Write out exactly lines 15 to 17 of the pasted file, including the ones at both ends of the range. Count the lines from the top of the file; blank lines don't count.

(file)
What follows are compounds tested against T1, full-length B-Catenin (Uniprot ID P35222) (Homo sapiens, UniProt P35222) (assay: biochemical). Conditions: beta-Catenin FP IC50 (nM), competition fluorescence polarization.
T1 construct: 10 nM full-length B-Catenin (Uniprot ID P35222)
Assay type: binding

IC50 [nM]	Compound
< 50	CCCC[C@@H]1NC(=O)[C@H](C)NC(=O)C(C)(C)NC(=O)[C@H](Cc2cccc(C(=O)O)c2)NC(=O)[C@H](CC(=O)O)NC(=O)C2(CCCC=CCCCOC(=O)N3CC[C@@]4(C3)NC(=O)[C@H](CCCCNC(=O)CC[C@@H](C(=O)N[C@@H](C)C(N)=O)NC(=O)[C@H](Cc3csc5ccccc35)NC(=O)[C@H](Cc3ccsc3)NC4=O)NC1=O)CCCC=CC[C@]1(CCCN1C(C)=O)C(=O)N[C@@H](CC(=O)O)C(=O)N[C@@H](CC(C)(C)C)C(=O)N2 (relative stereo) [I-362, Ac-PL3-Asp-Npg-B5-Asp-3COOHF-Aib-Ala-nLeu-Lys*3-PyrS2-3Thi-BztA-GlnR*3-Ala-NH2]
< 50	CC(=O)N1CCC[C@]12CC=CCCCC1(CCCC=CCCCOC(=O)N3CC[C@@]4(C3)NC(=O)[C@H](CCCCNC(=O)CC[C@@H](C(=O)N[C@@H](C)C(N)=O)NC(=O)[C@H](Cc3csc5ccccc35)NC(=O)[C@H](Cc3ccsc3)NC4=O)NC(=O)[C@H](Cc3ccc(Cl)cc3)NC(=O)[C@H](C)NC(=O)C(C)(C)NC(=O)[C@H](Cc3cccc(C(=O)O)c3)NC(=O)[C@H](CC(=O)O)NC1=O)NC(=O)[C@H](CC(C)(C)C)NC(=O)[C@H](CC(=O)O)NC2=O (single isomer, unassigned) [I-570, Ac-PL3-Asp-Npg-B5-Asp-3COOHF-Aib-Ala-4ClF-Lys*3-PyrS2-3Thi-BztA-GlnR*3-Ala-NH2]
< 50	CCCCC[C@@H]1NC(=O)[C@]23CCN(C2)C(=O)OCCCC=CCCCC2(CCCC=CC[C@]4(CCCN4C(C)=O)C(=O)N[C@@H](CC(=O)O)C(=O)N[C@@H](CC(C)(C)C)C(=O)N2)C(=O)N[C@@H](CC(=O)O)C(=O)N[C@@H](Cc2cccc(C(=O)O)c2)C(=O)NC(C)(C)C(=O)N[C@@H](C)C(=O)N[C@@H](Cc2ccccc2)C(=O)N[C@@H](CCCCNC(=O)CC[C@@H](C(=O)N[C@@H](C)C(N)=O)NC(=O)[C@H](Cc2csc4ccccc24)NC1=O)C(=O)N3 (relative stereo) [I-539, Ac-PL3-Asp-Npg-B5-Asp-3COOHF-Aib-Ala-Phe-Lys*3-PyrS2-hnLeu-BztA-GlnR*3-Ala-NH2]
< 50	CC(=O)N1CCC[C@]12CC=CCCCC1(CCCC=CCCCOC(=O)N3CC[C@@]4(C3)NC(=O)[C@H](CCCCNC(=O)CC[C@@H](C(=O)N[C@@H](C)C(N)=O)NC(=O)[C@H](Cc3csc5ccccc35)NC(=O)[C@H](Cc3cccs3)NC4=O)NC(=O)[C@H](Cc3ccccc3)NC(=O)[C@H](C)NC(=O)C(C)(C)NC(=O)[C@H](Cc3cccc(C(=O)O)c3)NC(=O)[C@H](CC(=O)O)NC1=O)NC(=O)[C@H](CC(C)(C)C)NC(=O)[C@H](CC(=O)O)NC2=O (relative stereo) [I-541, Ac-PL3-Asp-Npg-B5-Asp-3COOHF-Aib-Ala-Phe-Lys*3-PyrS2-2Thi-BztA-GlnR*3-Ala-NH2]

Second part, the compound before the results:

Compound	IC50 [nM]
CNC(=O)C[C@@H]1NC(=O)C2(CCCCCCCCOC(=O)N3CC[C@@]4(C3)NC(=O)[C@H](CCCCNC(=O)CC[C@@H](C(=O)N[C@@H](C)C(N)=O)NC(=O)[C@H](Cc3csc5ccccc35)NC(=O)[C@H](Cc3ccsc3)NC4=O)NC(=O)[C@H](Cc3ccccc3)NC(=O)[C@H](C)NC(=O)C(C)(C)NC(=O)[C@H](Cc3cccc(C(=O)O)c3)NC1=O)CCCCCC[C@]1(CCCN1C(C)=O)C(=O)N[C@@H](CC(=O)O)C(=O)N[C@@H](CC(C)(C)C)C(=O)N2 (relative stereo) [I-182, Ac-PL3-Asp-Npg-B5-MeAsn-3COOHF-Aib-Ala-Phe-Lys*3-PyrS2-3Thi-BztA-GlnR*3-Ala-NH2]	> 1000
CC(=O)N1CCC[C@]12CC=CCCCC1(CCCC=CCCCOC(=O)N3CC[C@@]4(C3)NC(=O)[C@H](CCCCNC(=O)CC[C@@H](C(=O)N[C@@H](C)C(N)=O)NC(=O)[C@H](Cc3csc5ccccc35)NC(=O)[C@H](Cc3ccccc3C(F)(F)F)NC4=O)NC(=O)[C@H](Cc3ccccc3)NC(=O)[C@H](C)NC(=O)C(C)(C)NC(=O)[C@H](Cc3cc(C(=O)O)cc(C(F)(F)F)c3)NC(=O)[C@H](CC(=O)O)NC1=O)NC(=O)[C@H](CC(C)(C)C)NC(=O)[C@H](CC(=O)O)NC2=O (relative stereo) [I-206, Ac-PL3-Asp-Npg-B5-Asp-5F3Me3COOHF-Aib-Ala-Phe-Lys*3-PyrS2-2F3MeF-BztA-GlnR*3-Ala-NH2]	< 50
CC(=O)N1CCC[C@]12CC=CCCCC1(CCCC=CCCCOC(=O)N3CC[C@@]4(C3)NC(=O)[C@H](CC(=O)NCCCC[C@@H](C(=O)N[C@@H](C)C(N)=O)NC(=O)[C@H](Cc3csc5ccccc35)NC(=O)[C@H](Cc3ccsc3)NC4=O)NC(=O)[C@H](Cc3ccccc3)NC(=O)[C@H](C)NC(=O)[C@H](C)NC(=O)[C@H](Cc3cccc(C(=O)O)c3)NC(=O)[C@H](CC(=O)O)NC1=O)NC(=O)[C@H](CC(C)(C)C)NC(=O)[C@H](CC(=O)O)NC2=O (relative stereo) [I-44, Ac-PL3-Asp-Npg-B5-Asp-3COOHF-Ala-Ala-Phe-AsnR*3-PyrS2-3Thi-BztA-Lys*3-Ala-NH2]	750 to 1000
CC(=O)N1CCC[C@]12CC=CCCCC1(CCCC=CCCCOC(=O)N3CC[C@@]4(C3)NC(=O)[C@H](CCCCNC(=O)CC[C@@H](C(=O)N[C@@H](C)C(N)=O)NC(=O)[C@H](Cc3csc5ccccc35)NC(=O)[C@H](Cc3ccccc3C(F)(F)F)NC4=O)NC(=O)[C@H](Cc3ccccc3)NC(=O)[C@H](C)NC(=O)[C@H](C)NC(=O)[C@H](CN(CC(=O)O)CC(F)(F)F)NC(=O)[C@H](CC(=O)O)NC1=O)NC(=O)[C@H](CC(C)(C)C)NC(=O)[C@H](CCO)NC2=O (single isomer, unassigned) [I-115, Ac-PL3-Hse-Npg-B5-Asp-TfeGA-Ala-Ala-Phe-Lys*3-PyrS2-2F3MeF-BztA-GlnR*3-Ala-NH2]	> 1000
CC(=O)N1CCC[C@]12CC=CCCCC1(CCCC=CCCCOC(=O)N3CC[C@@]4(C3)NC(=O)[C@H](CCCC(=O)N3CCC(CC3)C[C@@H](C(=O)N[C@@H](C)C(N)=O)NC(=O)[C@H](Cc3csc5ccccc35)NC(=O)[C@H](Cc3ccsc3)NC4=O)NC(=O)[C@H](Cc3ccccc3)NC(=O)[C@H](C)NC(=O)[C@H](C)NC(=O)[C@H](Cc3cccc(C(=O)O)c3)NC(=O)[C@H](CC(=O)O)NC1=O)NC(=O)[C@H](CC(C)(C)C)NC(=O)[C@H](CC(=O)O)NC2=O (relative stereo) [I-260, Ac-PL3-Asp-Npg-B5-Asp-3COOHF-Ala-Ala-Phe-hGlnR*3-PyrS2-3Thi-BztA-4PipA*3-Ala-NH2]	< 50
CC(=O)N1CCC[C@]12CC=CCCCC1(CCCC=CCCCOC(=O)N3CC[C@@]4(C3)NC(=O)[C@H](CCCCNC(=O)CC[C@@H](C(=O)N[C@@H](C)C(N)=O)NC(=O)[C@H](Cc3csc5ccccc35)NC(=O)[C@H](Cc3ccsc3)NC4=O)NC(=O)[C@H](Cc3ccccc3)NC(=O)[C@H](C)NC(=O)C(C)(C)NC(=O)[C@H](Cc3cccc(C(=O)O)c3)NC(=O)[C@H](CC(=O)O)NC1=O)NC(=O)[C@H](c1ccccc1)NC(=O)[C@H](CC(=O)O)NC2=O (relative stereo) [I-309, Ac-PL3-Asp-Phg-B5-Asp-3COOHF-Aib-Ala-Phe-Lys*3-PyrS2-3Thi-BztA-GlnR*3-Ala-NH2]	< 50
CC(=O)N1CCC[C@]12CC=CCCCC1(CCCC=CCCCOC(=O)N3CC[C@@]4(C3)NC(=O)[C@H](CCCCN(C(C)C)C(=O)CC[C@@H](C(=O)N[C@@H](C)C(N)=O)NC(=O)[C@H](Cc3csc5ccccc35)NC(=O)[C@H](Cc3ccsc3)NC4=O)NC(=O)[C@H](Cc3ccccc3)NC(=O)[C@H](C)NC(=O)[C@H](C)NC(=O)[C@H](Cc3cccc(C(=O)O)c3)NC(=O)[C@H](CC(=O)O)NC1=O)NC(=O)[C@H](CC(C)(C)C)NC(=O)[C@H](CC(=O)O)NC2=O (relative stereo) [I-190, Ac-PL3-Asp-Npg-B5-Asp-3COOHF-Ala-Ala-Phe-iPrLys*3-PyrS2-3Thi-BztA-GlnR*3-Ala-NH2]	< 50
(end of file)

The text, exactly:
CC(=O)N1CCC[C@]12CC=CCCCC1(CCCC=CCCCOC(=O)N3CC[C@@]4(C3)NC(=O)[C@H](CCCC(=O)N3CCC(CC3)C[C@@H](C(=O)N[C@@H](C)C(N)=O)NC(=O)[C@H](Cc3csc5ccccc35)NC(=O)[C@H](Cc3ccsc3)NC4=O)NC(=O)[C@H](Cc3ccccc3)NC(=O)[C@H](C)NC(=O)[C@H](C)NC(=O)[C@H](Cc3cccc(C(=O)O)c3)NC(=O)[C@H](CC(=O)O)NC1=O)NC(=O)[C@H](CC(C)(C)C)NC(=O)[C@H](CC(=O)O)NC2=O (relative stereo) [I-260, Ac-PL3-Asp-Npg-B5-Asp-3COOHF-Ala-Ala-Phe-hGlnR*3-PyrS2-3Thi-BztA-4PipA*3-Ala-NH2]	< 50
CC(=O)N1CCC[C@]12CC=CCCCC1(CCCC=CCCCOC(=O)N3CC[C@@]4(C3)NC(=O)[C@H](CCCCNC(=O)CC[C@@H](C(=O)N[C@@H](C)C(N)=O)NC(=O)[C@H](Cc3csc5ccccc35)NC(=O)[C@H](Cc3ccsc3)NC4=O)NC(=O)[C@H](Cc3ccccc3)NC(=O)[C@H](C)NC(=O)C(C)(C)NC(=O)[C@H](Cc3cccc(C(=O)O)c3)NC(=O)[C@H](CC(=O)O)NC1=O)NC(=O)[C@H](c1ccccc1)NC(=O)[C@H](CC(=O)O)NC2=O (relative stereo) [I-309, Ac-PL3-Asp-Phg-B5-Asp-3COOHF-Aib-Ala-Phe-Lys*3-PyrS2-3Thi-BztA-GlnR*3-Ala-NH2]	< 50
CC(=O)N1CCC[C@]12CC=CCCCC1(CCCC=CCCCOC(=O)N3CC[C@@]4(C3)NC(=O)[C@H](CCCCN(C(C)C)C(=O)CC[C@@H](C(=O)N[C@@H](C)C(N)=O)NC(=O)[C@H](Cc3csc5ccccc35)NC(=O)[C@H](Cc3ccsc3)NC4=O)NC(=O)[C@H](Cc3ccccc3)NC(=O)[C@H](C)NC(=O)[C@H](C)NC(=O)[C@H](Cc3cccc(C(=O)O)c3)NC(=O)[C@H](CC(=O)O)NC1=O)NC(=O)[C@H](CC(C)(C)C)NC(=O)[C@H](CC(=O)O)NC2=O (relative stereo) [I-190, Ac-PL3-Asp-Npg-B5-Asp-3COOHF-Ala-Ala-Phe-iPrLys*3-PyrS2-3Thi-BztA-GlnR*3-Ala-NH2]	< 50